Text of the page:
For years, Frank Miller spoke of a Gotham City graphic novel that would be like no other -- for the 120 bone-crunching pages of "Holy Terror, Batman!" Miller -- arguably the most important comic book artist of the last 30 years -- envisioned a story in which the Caped Crusader went on a blood quest against Al Qaeda.
Earlier this week, sitting over coffee at the U.S. Grant Hotel in San Diego, Miller said the elusive project is finally close to completion but that the name and central character have changed and that DC Comics won't be the publisher. Miller frames all of this as a decision that was driven by the work itself and not dictated by a DC leadership that, according to insiders, has long been leery of the politically charged concept.
"It's almost done; I should be finished within a month," Miller said. "It's no longer a DC book. I decided partway through it that it was not a Batman story. The hero is much closer to 'Dirty Harry' than Batman. It's a new hero that I've made up that fights Al Qaeda."
Miller, best known as the writer and artist of "The Dark Knight Returns," "300" and "Sin City," said the story will be set in a place called Empire City that, as the name suggests, evokes New York. The landscape and people are fictional but the real-life Al Qaeda will be transferred to this universe with its name, history and mission intact.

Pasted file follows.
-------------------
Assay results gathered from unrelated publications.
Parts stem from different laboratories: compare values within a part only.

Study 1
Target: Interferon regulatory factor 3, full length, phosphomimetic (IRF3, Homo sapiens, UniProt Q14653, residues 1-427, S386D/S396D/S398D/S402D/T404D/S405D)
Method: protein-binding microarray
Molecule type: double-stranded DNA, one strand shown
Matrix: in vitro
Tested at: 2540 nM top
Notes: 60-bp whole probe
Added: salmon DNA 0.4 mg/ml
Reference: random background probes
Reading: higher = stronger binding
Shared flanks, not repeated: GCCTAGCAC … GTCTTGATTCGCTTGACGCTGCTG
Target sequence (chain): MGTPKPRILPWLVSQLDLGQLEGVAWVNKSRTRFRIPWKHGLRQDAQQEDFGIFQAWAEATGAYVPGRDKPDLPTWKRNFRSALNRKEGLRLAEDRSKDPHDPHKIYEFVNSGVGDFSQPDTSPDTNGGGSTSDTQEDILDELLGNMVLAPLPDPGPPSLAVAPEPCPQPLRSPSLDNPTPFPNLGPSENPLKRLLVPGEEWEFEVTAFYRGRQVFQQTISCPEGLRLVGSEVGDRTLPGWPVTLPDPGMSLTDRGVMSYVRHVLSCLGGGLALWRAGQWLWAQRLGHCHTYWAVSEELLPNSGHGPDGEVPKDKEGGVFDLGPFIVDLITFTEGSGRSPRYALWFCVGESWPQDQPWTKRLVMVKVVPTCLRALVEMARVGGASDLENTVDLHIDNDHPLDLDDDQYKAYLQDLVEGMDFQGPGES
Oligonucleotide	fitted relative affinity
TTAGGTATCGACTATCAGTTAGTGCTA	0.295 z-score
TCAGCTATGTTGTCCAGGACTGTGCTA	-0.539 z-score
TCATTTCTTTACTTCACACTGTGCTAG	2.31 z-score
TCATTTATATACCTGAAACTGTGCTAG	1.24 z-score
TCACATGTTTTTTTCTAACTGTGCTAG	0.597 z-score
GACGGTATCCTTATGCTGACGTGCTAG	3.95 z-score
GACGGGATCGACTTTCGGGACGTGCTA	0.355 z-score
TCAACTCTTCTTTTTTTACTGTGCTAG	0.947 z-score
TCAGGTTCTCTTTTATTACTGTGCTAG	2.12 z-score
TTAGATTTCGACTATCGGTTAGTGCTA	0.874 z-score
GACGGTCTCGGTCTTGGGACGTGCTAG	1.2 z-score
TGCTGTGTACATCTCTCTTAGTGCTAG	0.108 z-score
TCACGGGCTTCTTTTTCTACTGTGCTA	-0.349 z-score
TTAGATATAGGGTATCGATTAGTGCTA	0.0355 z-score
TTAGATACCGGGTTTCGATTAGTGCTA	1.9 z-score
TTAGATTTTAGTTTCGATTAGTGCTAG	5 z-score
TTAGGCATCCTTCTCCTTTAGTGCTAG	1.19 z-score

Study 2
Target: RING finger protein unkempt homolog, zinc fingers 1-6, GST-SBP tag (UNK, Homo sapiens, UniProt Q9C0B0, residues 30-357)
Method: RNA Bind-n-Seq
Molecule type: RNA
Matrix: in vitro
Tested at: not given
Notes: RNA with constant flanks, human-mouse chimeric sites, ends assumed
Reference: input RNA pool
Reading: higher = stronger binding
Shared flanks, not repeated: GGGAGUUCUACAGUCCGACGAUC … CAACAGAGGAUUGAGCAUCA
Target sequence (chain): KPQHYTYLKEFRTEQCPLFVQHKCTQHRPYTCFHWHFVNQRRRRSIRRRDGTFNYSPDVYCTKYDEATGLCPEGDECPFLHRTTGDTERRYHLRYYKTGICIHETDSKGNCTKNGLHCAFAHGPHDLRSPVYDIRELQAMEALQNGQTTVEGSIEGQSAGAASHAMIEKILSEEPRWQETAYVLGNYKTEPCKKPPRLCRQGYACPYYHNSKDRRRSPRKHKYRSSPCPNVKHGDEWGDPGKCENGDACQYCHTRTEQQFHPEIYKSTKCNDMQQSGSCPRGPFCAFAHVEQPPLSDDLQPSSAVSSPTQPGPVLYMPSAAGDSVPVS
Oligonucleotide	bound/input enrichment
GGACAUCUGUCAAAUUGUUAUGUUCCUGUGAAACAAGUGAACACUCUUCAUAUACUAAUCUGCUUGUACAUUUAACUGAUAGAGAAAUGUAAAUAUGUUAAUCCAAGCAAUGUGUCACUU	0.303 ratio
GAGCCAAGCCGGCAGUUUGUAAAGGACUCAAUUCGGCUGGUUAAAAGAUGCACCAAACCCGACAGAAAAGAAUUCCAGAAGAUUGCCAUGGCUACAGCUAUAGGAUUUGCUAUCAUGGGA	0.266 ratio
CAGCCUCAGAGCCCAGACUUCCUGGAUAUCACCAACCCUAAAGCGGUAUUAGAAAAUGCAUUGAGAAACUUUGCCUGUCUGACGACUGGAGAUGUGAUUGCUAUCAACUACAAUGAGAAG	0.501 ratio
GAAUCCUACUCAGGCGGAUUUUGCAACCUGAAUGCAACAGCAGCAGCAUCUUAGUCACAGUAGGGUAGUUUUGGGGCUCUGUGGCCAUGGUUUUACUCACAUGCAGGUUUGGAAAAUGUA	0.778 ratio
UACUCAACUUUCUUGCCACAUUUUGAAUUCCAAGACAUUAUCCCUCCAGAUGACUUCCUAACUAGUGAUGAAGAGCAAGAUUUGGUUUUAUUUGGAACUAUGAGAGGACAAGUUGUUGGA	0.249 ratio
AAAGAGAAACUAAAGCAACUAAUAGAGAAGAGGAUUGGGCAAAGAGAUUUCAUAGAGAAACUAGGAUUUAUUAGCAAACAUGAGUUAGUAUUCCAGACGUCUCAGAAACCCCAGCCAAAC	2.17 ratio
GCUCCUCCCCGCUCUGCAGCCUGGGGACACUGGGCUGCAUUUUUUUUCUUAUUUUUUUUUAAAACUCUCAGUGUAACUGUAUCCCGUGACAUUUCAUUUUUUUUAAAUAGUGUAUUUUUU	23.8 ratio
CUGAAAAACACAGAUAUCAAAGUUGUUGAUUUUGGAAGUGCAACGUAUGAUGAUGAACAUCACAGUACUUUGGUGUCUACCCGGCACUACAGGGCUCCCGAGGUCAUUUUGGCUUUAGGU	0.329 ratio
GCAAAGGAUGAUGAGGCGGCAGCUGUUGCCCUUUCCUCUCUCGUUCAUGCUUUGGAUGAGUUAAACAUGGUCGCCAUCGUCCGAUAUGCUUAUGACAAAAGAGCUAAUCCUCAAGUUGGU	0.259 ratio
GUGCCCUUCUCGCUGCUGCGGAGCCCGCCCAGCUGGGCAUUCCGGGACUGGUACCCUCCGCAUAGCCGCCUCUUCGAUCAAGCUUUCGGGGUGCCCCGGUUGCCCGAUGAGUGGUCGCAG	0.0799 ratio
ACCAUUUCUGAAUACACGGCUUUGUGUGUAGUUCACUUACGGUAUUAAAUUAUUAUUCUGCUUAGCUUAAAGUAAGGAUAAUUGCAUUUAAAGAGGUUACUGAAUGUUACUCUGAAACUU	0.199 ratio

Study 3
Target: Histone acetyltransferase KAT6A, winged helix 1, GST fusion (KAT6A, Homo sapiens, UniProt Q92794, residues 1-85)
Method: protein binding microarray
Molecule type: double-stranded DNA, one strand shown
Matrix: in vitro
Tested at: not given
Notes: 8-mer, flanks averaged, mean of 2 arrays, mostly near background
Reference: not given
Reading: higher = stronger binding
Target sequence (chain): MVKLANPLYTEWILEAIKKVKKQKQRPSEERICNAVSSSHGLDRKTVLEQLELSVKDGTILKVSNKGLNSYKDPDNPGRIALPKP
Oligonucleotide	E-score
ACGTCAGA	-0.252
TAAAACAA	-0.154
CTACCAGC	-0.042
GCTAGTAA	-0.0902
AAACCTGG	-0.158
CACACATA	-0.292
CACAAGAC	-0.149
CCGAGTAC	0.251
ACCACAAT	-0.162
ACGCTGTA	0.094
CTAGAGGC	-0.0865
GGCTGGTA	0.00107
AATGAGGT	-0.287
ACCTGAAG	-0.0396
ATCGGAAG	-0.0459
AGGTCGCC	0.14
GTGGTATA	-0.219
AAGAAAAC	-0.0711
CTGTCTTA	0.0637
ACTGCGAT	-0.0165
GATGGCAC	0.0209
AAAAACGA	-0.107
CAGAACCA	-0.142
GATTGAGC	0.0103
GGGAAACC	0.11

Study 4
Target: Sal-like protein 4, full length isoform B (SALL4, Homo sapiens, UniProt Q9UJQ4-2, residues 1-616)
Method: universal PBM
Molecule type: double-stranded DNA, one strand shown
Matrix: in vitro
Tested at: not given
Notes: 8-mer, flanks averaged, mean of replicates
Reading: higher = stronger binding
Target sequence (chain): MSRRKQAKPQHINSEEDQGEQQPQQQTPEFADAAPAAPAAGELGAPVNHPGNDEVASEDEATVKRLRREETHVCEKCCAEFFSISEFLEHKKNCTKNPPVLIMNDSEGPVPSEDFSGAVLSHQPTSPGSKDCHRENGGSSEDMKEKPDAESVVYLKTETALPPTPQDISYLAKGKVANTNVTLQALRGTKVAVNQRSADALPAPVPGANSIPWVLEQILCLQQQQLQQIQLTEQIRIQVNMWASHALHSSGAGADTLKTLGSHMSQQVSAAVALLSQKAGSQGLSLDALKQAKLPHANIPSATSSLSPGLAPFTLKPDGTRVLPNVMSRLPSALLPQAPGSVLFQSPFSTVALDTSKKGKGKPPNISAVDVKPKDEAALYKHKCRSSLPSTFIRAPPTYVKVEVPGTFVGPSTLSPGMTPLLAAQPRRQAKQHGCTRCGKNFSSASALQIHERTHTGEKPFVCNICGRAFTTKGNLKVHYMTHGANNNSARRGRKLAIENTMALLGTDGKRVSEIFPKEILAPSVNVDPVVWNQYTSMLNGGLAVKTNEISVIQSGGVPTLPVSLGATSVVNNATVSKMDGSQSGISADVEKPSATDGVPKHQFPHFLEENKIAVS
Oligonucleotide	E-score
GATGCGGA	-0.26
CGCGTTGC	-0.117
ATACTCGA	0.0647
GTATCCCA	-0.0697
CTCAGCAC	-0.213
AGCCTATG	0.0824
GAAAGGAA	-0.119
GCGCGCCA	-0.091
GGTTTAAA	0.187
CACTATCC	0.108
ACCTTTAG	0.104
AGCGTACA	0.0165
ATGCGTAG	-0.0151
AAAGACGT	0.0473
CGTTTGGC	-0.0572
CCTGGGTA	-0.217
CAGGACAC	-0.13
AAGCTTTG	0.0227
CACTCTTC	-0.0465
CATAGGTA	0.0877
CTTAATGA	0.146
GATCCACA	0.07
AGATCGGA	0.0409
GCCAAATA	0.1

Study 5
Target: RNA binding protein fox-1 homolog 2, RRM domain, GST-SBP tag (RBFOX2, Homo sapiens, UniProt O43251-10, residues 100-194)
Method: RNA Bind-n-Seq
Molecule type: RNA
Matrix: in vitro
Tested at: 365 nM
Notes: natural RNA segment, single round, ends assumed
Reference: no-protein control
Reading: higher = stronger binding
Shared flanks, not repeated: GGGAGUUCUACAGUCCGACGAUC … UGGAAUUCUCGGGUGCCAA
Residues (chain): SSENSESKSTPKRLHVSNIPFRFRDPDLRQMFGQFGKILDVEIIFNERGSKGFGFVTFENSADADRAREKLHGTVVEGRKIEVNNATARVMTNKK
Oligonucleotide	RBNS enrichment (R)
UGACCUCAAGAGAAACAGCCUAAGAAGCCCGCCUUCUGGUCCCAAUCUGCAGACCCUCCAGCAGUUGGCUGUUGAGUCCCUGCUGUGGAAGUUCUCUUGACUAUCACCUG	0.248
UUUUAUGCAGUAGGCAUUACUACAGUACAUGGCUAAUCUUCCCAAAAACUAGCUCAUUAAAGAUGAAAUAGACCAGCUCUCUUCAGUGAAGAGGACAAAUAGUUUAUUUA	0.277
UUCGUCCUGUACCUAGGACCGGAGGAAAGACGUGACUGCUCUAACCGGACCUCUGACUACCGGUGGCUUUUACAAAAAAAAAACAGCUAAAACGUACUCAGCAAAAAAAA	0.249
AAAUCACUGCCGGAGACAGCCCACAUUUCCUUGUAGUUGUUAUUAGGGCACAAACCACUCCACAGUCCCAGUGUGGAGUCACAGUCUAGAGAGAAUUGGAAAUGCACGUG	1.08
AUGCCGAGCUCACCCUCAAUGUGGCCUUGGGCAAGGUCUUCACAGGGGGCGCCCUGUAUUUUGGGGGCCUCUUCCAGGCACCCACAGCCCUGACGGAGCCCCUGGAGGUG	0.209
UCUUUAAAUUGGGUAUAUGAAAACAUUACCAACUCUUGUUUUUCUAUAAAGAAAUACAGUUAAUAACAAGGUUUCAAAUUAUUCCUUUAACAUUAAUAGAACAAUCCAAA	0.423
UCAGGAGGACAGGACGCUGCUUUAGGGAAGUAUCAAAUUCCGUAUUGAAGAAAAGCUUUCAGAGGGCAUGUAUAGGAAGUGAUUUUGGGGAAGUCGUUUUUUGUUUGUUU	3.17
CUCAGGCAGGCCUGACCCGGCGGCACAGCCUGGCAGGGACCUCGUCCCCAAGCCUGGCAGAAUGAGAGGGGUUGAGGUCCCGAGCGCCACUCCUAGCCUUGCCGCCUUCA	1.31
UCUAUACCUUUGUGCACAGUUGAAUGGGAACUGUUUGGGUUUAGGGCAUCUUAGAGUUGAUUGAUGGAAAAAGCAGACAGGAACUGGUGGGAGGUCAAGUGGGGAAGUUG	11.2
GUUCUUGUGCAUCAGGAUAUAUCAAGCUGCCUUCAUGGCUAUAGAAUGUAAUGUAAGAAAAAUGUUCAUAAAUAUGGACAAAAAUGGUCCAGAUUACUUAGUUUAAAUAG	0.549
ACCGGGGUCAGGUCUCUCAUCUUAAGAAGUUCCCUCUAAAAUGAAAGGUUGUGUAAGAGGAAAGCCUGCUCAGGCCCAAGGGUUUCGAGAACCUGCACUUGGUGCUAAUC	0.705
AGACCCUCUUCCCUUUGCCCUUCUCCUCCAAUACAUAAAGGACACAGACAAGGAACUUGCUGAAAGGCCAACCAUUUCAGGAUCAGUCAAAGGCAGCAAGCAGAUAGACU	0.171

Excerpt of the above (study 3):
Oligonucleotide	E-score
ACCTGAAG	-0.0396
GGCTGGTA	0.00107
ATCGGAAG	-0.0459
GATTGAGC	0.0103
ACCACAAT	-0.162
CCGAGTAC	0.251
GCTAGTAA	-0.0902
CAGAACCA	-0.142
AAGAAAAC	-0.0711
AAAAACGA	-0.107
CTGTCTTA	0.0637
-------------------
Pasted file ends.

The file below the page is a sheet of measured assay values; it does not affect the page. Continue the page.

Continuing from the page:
The book's title will be shortened to "Holy Terror." And what of the protagonist?
"The character is called The Fixer and he's very much an adventurer who's been essentially searching for a mission," Miller said. "He's been trained as special ops and when his city is attacked all of a sudden all the pieces fall into place and all this training comes into play. He's been out there fighting crime without really having his heart in it -- he does it to keep in shape. He's very different than Batman in that he's not a tortured soul. He's a much more well-adjusted creature even though he happens to shoot 100 people in the course of the story."
In the 1980s, Miller was permitted to take the iconic Batman character through an unprecedented reinvention with "The Dark Knight Returns," which showed the embittered hero in his twilight years when Gotham has collapsed into near-anarchy and the Caped Crusader finds himself being hunted down by Superman and engaging the Joker in a battle to the death. "The Dark Knight Returns" became a publishing sensation and, along with "Watchmen," ushered in a new era of ambition in the comic book medium that led directly to the contemporary boom in superhero cinema.
Despite that history, DC executives were reportedly leery of Miller's plan to drop their globally recognized property inside an Al Qaeda vendetta fantasy. Miller, though, says he is the one who decided to leave the familiar hero in the Batcave for this particular mission.
"I had a talk with [former DC president and publisher] Paul Levitz and I said, 'Look, this isn't your Batman,'" Miller said. "I pushed Batman as far as he can go and after a while he stops being Batman. My guy carries a couple of guns and is up against an existential threat. He's not just up against a goofy villain. Ignoring an enemy that's committed to our annihilation is kind of silly, It just seems that chasing the Riddler around seems silly compared to what's going on out there. I've taken Batman as far as he can go."
Read the rest here:
I'm glad to see someone of Miller's stature in the comic industry taking on this issue, and I can't wait to see the backlash, including the fatwas after publication. I can tell you that I will be looking forward to it, and if it gives al Qaeda the treatment that they deserve, I will be doing everything within my power to support Miller.